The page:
19 x 26 inches
In the late 1960s, Roy Lichtenstein created a series of paintings and prints based off Claude Monet's 'Haystacks', exploring the play of light through different effects and techniques. Ranging in seven different scenes from morning to midnight, Lichtenstein puts a mechanical focus on his work, investigating Monet's light effects through a reproduced scene of variant palette combinations. This 'Haystacks' screenprint from 1969 is an edition of 70/250, and measures 19 x 26 inches. The is a minor stain in the lower left margin, the image is not affected, and is otherwise in excellent condition.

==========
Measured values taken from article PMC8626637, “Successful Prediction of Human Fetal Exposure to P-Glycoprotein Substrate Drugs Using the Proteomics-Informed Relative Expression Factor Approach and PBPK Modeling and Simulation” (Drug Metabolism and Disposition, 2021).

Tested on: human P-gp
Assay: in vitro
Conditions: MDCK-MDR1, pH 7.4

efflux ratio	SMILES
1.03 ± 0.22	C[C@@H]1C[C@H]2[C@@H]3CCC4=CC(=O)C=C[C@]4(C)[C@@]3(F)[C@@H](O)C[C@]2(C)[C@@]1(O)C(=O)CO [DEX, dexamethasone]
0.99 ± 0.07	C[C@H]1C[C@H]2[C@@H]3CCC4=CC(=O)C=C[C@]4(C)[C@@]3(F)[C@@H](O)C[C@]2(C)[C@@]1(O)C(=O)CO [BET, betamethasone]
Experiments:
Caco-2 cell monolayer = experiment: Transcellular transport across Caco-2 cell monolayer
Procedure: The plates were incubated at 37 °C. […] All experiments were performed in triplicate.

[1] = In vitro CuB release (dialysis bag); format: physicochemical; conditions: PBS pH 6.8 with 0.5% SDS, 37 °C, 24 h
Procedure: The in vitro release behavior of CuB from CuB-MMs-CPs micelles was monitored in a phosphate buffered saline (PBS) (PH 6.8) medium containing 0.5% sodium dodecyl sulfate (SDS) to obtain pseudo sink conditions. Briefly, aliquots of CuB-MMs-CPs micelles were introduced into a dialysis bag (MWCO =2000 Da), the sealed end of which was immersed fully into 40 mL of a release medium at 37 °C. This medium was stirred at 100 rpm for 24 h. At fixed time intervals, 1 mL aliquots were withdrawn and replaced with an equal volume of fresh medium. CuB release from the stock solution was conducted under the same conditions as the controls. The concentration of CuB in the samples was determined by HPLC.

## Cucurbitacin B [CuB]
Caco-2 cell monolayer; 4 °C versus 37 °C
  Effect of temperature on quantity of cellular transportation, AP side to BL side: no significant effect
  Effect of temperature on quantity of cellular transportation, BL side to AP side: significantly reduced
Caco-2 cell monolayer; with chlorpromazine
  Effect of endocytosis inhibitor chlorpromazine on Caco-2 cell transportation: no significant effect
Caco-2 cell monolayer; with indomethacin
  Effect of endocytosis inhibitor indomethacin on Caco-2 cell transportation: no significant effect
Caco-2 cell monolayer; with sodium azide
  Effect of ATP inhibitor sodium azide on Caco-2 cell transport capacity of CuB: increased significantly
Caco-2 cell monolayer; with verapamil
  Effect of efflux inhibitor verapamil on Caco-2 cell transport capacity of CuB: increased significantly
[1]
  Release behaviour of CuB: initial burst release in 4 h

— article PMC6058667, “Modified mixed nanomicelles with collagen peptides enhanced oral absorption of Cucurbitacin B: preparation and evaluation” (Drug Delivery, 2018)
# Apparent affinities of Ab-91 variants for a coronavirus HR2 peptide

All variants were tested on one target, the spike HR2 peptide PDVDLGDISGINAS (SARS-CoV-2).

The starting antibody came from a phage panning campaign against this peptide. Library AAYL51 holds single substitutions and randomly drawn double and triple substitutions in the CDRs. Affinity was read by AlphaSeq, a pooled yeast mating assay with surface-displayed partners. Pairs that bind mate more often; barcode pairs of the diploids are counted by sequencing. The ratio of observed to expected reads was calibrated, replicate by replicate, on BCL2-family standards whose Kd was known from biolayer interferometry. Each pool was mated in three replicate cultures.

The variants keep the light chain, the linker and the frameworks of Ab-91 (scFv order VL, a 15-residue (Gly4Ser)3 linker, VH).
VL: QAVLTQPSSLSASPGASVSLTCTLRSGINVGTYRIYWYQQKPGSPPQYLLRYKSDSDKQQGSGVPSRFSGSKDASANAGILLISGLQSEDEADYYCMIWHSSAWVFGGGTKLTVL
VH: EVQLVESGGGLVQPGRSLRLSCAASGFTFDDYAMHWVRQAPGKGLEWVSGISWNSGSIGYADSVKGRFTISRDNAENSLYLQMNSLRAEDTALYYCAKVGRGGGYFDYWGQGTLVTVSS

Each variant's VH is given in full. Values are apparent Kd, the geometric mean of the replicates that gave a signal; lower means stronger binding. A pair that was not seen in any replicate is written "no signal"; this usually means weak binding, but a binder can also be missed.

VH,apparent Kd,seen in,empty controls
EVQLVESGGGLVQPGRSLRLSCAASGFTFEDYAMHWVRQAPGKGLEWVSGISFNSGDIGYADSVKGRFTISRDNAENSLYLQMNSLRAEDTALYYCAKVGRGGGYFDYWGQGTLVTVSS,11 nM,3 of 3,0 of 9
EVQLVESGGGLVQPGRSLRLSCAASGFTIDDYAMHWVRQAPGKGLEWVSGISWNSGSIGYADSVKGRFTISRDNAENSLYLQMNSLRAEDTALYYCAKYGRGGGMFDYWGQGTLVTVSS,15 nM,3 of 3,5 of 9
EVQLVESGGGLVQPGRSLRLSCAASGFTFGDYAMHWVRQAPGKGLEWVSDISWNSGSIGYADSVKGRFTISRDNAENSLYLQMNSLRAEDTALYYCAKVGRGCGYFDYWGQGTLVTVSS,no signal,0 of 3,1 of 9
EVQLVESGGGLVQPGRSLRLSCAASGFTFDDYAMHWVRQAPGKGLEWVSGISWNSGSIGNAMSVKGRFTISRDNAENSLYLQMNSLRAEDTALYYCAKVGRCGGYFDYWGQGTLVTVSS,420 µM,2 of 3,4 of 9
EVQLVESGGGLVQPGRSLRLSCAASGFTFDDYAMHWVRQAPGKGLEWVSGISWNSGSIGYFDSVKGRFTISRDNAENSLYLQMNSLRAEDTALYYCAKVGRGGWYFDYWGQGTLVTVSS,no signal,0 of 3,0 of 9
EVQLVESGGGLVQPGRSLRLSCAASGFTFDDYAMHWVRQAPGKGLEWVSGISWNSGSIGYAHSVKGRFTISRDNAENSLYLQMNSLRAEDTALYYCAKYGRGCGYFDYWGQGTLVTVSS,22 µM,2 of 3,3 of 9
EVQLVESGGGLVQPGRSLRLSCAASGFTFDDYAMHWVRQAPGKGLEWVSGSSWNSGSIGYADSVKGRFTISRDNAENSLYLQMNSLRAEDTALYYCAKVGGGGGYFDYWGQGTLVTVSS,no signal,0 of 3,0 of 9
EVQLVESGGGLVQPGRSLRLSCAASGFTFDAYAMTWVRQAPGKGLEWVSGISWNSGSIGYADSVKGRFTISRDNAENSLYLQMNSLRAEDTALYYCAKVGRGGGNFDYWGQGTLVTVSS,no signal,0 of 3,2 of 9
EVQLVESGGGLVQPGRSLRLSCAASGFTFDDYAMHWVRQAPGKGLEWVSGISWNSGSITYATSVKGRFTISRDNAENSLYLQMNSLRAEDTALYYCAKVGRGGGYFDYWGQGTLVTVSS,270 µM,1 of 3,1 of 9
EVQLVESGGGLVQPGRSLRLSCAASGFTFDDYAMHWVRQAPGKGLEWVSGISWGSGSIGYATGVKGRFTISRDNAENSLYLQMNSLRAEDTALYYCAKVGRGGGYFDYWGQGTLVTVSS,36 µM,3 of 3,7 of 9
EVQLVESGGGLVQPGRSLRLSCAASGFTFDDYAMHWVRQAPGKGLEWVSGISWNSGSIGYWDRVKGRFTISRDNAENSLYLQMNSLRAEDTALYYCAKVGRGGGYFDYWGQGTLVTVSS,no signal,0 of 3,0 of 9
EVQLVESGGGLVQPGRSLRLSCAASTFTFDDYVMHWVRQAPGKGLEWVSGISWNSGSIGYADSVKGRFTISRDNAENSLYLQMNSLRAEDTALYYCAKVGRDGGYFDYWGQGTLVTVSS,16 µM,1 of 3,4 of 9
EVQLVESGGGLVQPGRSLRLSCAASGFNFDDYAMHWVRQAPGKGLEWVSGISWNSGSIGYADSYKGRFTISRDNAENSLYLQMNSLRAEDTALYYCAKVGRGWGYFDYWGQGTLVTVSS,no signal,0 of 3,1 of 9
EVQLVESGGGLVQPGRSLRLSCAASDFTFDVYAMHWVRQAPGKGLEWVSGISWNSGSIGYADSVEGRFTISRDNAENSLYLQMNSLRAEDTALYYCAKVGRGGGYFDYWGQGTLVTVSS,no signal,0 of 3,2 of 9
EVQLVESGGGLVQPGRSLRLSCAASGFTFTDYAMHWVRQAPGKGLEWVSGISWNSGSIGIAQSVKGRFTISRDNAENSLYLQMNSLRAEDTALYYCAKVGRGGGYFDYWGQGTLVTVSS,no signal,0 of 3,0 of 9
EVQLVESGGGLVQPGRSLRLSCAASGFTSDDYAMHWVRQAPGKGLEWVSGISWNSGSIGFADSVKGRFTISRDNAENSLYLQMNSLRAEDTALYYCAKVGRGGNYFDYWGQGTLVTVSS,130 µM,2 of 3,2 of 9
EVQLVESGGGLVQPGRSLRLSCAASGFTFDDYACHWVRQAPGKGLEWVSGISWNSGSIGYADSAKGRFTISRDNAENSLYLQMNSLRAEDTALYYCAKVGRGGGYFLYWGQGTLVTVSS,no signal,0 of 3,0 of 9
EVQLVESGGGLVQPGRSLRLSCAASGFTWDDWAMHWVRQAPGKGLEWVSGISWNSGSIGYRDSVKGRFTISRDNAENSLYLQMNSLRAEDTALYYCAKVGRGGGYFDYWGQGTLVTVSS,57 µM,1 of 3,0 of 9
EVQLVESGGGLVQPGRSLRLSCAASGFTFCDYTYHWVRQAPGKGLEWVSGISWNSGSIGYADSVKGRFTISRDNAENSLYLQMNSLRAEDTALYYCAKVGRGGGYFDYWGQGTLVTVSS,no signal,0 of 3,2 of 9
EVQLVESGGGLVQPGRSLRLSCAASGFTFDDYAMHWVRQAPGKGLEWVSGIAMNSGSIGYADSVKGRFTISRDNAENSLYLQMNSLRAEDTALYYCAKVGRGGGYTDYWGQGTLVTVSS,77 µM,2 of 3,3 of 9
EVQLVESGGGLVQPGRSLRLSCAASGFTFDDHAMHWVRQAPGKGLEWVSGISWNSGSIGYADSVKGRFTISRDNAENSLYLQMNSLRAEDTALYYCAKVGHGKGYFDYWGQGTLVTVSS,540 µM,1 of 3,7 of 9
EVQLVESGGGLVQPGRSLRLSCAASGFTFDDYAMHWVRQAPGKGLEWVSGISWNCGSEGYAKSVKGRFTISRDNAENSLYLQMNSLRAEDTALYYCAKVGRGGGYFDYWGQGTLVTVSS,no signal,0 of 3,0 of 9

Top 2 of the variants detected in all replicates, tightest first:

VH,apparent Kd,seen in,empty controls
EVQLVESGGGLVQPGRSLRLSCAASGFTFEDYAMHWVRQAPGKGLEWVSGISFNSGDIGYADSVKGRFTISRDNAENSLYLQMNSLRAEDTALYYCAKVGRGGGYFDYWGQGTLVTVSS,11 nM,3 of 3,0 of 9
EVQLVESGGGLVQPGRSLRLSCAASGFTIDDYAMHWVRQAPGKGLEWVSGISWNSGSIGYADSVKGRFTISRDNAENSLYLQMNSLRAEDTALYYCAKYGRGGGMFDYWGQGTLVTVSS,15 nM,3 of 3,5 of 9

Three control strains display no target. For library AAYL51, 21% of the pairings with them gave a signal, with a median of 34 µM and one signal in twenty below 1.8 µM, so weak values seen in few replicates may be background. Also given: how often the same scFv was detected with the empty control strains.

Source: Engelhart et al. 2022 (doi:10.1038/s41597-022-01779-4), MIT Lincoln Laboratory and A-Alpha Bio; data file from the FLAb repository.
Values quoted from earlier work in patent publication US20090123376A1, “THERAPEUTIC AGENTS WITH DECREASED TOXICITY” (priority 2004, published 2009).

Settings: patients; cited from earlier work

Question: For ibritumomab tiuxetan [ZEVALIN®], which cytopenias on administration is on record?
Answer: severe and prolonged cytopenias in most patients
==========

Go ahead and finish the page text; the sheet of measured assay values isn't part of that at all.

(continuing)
The work of American Pop artist Roy Lichtenstein (1923-1997) reflected influences from popular advertising, culture, and the comic book. Lichtenstein often used cartoon images and techniques derived from the appearance of commercial printing in his works of painting, sculpture, and ceramics. The result were paintings featuring thick outlines, bold colors, and Benday Dots (a technique often used in comic books), as if created by photographic reproduction. Though Lichtenstein often included the use of advertising imagery and reproductions of comic-book panels, his work was never an attempt to copy images exactly. Instead, Lichtenstein’s work tackled the way in which mass media portrays different aspects of popular culture by taking common place images and transforming them into “high art.” In 1996 the National Gallery of Art in Washington, D.C. became the largest single repository of the artist's work when he donated 154 prints and 2 books.
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